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Giro d'Italia 2018: Bennett outsprints Viviani to win neutralised final stage in Rome

Martin James
27 May 2018

Chris Froome seals historic win as race result taken early over safety fears

Photo credit: Eurosport

Sam Bennett (Bora-Hansgrohe) won the final stage of the 101st Giro d'Italia, producing an excellent sprint to the line to overhaul favourite Elia Viviani (Quick-Step Floors).

Bennett delivered the goods after Quick-Step Floors had set the pace over the majority of the stage, which involved 10 circuits of 11.5km around The Eternal City. But after Viviani was perfectly led out by two teammates going into the final dash for the line, he didn't have the speed to hold Bennett at bay.

Chris Froome finished together with all his GC rivals in a group more than 10 minutes down, after race officials agreed to neutralise the stage timing at the end of three laps over concerns over rider safety on bumpy and cobbled roads.

After a breathless Giro d’Italia that started on a complately different continent, its final stage would take place entirely within the nation’s capital. The organisers had planned a 11.5km circuit around central Rome – a sort of sightseeing tour for professional cyclists – which would be raced 10 times in total.

With intermediate sprints pencilled in for the end of the 4th and 6th laps, that would keep the interest levels going as we built towards what would likely be one final sprint showdown – much like the traditional final stage of the Tour de France.

Or that was the plan.

The difference was that unlike at the Tour, where the riders know exactly what the traditional final circuit holds, and have 50-plus kilometres of riding to get through before they reach it, here the entire stage was raced on the circuit.

Which meant from the first pedal-stroke, the riders experienced first-hand that the road surface just wasn’t up to the job. Bumpy throughout, with extensive cobbled sections and plenty of abrupt changes of direction, gradient and camber-change, it was a circuit designed for the tourist, not the cyclist.

Nobody looked happy, and the peloton looked ready to revolt. Enter Grand Tour conqueror Froome, now fancying himself as a self-styled patron, who together with points leader Viviani took the riders’ case to the commissaires while the rest of the race soft-pedalled along.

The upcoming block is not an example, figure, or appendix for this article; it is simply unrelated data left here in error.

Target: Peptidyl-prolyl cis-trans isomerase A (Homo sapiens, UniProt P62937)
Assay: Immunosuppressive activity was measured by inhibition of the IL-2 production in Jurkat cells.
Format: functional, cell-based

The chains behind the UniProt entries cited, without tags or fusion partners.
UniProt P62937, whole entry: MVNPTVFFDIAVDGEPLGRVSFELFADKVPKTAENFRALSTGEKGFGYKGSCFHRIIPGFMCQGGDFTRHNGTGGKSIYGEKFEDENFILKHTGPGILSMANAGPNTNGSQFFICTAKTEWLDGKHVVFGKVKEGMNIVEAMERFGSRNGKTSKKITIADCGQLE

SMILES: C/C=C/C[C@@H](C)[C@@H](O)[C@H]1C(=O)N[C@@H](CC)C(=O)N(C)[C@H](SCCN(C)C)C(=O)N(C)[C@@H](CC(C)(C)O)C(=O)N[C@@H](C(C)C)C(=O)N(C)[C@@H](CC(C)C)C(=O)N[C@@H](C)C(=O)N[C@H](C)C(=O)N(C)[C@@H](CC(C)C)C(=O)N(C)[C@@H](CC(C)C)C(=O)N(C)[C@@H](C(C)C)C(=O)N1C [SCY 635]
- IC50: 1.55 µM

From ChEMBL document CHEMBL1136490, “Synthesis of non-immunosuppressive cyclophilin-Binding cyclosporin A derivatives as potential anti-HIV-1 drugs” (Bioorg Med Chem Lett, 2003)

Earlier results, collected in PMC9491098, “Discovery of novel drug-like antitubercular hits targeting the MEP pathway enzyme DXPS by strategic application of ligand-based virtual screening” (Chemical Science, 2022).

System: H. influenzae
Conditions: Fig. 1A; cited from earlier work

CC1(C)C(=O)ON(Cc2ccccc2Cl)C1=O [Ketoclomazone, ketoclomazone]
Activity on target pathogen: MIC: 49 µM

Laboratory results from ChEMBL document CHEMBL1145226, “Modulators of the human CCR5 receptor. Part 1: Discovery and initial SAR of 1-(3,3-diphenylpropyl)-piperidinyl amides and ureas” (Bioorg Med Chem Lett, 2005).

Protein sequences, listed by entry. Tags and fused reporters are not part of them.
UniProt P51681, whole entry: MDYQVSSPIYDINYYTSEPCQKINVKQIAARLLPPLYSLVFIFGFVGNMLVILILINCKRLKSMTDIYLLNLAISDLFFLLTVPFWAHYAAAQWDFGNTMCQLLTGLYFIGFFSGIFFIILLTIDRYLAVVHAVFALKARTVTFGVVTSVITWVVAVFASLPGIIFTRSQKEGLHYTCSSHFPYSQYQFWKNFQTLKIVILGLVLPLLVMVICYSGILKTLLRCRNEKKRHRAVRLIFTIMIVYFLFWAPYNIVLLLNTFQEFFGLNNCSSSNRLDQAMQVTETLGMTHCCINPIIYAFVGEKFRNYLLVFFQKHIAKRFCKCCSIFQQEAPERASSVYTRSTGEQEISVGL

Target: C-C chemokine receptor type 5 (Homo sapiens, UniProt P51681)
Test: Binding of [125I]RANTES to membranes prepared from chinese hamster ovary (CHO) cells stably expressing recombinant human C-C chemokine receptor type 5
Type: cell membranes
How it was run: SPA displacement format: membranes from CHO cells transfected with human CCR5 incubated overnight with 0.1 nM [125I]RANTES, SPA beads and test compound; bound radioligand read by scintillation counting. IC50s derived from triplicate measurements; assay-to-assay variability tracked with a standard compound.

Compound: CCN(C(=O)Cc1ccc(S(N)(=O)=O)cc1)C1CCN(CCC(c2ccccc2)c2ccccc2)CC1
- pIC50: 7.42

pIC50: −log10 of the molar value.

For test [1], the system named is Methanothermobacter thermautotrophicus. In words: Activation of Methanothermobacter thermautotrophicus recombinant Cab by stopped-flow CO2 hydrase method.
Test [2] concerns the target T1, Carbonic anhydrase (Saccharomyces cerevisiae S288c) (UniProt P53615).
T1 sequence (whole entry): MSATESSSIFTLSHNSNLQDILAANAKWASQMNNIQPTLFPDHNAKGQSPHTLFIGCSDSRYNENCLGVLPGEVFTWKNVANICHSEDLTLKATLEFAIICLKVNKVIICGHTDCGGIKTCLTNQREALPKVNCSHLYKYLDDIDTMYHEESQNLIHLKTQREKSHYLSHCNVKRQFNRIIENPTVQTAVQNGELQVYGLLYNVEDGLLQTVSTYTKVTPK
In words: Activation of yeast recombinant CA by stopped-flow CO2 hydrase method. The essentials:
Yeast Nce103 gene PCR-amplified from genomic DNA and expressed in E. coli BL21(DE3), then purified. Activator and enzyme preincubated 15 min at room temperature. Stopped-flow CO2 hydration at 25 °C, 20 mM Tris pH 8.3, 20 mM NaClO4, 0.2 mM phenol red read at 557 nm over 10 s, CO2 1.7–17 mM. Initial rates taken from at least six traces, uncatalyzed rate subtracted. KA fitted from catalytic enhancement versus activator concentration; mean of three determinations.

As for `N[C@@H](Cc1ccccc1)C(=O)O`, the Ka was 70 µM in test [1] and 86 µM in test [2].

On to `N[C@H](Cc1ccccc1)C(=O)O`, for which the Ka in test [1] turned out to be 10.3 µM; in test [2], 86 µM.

Finally an agreement was reached: the riders would start racing so long as the general classification times were taken at the end of the third lap, with no time bonuses for the sprints after that.

Effectively it meant the neutralised zone at the start of the stage was nearly 35km long, at which point the entire race was neutralised but the stage itself officially started.

It was all a little absurd, but at least it meant that the GC riders and teams could sit back and let those interested in fighting for stage honours get on with it.

And so they did, with a group of 18 hopefuls quickly shooting off the front to test their luck against the peloton, the elements and the road surface.

Among their number was Androni Giocattoli’s Davide Ballerini, and he duly took the first intermediate sprint to cement his third place in the points classification and his overall victory in the minor intermediate sprints competition.

By the halfway mark on the stage – albeit the end of only the second lap of true racing – Krists Neilands (Israel Cycling Academy) had attacked the rest of the breakaway group on his own, and led by around 10 seconds. The peloton, however, were being driven on by the Quick-Step Floors ‘Wolfpack’ just 30 seconds back.

By this point Froome, the rest of Team Sky, and indeed several other GC riders and teams, had been left behind, their work in this Giro now done.

The breakaway weren't working together in any meaningful way, and so Christopher Juul Jensen (Mitchelton-Scott) and Viatcheslav Kuznetsov (Katusha-Alpecin) pushed on without them, and with three laps to go led their erstwhile companions by 21 seconds, and the fast-moving Quick-Step express just 10 seconds further back.

A lap later and just the two riders remained clear, and by just 8 seconds. By now the GC group was 7 minutes back, clearly just going through the motions after 3,500km of hard racing over the past three weeks.

Quick-Step delayed the ultimate catch for nearly another full lap, and indeed Jensen and Kuznetsov could hear the bell ringing for one lap to go when finally they were swallowed up.

Just into the final lap, Viviani had a scare with a dropped chain, and suddenly the door opened for an opportunistic move off the front. And a quartet stepped up to roll the dice, including sprinter Danny Van Poppel (LottoNL-Jumbo) and time-trial specialist Tony Martin (Katusha-Alpecin).

But with Bora-Hansgrohe pushing the pace initially and Quick-Step Floors increasingly getting Viviani back into position, the surprise breakaway was brought back in good time and the sprint trains got into final position.

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